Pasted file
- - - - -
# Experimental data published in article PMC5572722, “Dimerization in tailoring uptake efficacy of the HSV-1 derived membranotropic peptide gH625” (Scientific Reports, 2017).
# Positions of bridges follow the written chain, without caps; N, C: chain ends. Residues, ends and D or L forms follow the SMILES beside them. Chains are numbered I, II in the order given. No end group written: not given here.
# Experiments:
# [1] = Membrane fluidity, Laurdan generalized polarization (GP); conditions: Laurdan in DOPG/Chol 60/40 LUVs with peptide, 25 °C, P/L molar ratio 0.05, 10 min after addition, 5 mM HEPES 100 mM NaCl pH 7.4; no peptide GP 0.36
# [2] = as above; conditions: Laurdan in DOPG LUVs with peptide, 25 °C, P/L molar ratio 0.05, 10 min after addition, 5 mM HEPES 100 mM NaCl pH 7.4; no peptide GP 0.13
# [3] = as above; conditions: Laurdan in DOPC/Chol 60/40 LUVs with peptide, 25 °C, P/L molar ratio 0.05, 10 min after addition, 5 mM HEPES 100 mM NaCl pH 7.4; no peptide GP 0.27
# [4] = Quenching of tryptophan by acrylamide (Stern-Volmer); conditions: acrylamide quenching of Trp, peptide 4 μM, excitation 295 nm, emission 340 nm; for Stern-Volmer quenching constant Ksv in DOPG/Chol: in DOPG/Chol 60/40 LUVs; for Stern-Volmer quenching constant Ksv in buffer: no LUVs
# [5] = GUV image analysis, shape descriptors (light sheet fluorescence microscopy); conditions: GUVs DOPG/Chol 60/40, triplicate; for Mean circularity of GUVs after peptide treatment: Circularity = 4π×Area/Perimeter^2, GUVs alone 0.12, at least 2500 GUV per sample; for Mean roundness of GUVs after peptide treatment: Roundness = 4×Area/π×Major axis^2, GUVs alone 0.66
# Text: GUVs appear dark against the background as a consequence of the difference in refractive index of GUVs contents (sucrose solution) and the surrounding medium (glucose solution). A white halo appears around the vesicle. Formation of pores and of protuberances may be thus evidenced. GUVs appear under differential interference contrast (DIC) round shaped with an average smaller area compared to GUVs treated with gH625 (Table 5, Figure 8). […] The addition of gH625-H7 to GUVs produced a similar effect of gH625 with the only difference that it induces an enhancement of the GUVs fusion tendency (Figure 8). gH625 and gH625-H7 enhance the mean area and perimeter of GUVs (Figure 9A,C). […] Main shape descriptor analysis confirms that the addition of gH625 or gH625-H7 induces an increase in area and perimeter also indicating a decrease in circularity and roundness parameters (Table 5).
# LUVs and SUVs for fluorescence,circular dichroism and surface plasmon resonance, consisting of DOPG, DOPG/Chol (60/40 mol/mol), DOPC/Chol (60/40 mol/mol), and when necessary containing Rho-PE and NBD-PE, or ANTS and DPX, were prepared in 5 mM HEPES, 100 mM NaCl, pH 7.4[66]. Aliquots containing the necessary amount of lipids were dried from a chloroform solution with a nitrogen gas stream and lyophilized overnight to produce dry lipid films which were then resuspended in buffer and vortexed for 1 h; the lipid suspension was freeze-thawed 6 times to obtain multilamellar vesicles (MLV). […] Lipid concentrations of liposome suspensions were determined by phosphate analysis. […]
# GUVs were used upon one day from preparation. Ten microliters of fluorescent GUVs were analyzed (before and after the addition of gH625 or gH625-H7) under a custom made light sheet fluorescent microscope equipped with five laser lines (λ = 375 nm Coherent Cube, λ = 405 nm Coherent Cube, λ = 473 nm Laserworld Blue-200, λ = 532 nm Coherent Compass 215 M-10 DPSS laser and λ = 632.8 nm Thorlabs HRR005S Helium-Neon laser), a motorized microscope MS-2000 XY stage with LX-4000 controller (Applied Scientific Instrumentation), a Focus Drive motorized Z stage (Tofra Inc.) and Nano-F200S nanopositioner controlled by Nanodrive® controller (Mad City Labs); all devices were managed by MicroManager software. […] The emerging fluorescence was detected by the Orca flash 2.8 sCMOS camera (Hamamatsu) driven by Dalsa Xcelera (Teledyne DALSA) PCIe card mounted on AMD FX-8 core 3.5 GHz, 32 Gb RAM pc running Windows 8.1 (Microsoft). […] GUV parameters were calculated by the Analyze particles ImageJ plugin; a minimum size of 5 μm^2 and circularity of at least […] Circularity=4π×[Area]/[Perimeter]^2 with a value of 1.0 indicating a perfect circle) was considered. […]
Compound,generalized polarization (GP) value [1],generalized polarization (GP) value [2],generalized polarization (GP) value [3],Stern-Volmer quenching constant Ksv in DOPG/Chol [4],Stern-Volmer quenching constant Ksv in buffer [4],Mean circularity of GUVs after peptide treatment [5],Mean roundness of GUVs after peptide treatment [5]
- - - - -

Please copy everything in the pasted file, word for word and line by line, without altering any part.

# Experimental data published in article PMC5572722, “Dimerization in tailoring uptake efficacy of the HSV-1 derived membranotropic peptide gH625” (Scientific Reports, 2017).
# Positions of bridges follow the written chain, without caps; N, C: chain ends. Residues, ends and D or L forms follow the SMILES beside them. Chains are numbered I, II in the order given. No end group written: not given here.
# Experiments:
# [1] = Membrane fluidity, Laurdan generalized polarization (GP); conditions: Laurdan in DOPG/Chol 60/40 LUVs with peptide, 25 °C, P/L molar ratio 0.05, 10 min after addition, 5 mM HEPES 100 mM NaCl pH 7.4; no peptide GP 0.36
# [2] = as above; conditions: Laurdan in DOPG LUVs with peptide, 25 °C, P/L molar ratio 0.05, 10 min after addition, 5 mM HEPES 100 mM NaCl pH 7.4; no peptide GP 0.13
# [3] = as above; conditions: Laurdan in DOPC/Chol 60/40 LUVs with peptide, 25 °C, P/L molar ratio 0.05, 10 min after addition, 5 mM HEPES 100 mM NaCl pH 7.4; no peptide GP 0.27
# [4] = Quenching of tryptophan by acrylamide (Stern-Volmer); conditions: acrylamide quenching of Trp, peptide 4 μM, excitation 295 nm, emission 340 nm; for Stern-Volmer quenching constant Ksv in DOPG/Chol: in DOPG/Chol 60/40 LUVs; for Stern-Volmer quenching constant Ksv in buffer: no LUVs
# [5] = GUV image analysis, shape descriptors (light sheet fluorescence microscopy); conditions: GUVs DOPG/Chol 60/40, triplicate; for Mean circularity of GUVs after peptide treatment: Circularity = 4π×Area/Perimeter^2, GUVs alone 0.12, at least 2500 GUV per sample; for Mean roundness of GUVs after peptide treatment: Roundness = 4×Area/π×Major axis^2, GUVs alone 0.66
# Text: GUVs appear dark against the background as a consequence of the difference in refractive index of GUVs contents (sucrose solution) and the surrounding medium (glucose solution). A white halo appears around the vesicle. Formation of pores and of protuberances may be thus evidenced. GUVs appear under differential interference contrast (DIC) round shaped with an average smaller area compared to GUVs treated with gH625 (Table 5, Figure 8). […] The addition of gH625-H7 to GUVs produced a similar effect of gH625 with the only difference that it induces an enhancement of the GUVs fusion tendency (Figure 8). gH625 and gH625-H7 enhance the mean area and perimeter of GUVs (Figure 9A,C). […] Main shape descriptor analysis confirms that the addition of gH625 or gH625-H7 induces an increase in area and perimeter also indicating a decrease in circularity and roundness parameters (Table 5).
# LUVs and SUVs for fluorescence,circular dichroism and surface plasmon resonance, consisting of DOPG, DOPG/Chol (60/40 mol/mol), DOPC/Chol (60/40 mol/mol), and when necessary containing Rho-PE and NBD-PE, or ANTS and DPX, were prepared in 5 mM HEPES, 100 mM NaCl, pH 7.4[66]. Aliquots containing the necessary amount of lipids were dried from a chloroform solution with a nitrogen gas stream and lyophilized overnight to produce dry lipid films which were then resuspended in buffer and vortexed for 1 h; the lipid suspension was freeze-thawed 6 times to obtain multilamellar vesicles (MLV). […] Lipid concentrations of liposome suspensions were determined by phosphate analysis. […]
# GUVs were used upon one day from preparation. Ten microliters of fluorescent GUVs were analyzed (before and after the addition of gH625 or gH625-H7) under a custom made light sheet fluorescent microscope equipped with five laser lines (λ = 375 nm Coherent Cube, λ = 405 nm Coherent Cube, λ = 473 nm Laserworld Blue-200, λ = 532 nm Coherent Compass 215 M-10 DPSS laser and λ = 632.8 nm Thorlabs HRR005S Helium-Neon laser), a motorized microscope MS-2000 XY stage with LX-4000 controller (Applied Scientific Instrumentation), a Focus Drive motorized Z stage (Tofra Inc.) and Nano-F200S nanopositioner controlled by Nanodrive® controller (Mad City Labs); all devices were managed by MicroManager software. […] The emerging fluorescence was detected by the Orca flash 2.8 sCMOS camera (Hamamatsu) driven by Dalsa Xcelera (Teledyne DALSA) PCIe card mounted on AMD FX-8 core 3.5 GHz, 32 Gb RAM pc running Windows 8.1 (Microsoft). […] GUV parameters were calculated by the Analyze particles ImageJ plugin; a minimum size of 5 μm^2 and circularity of at least […] Circularity=4π×[Area]/[Perimeter]^2 with a value of 1.0 indicating a perfect circle) was considered. […]
Compound,generalized polarization (GP) value [1],generalized polarization (GP) value [2],generalized polarization (GP) value [3],Stern-Volmer quenching constant Ksv in DOPG/Chol [4],Stern-Volmer quenching constant Ksv in buffer [4],Mean circularity of GUVs after peptide treatment [5],Mean roundness of GUVs after peptide treatment [5]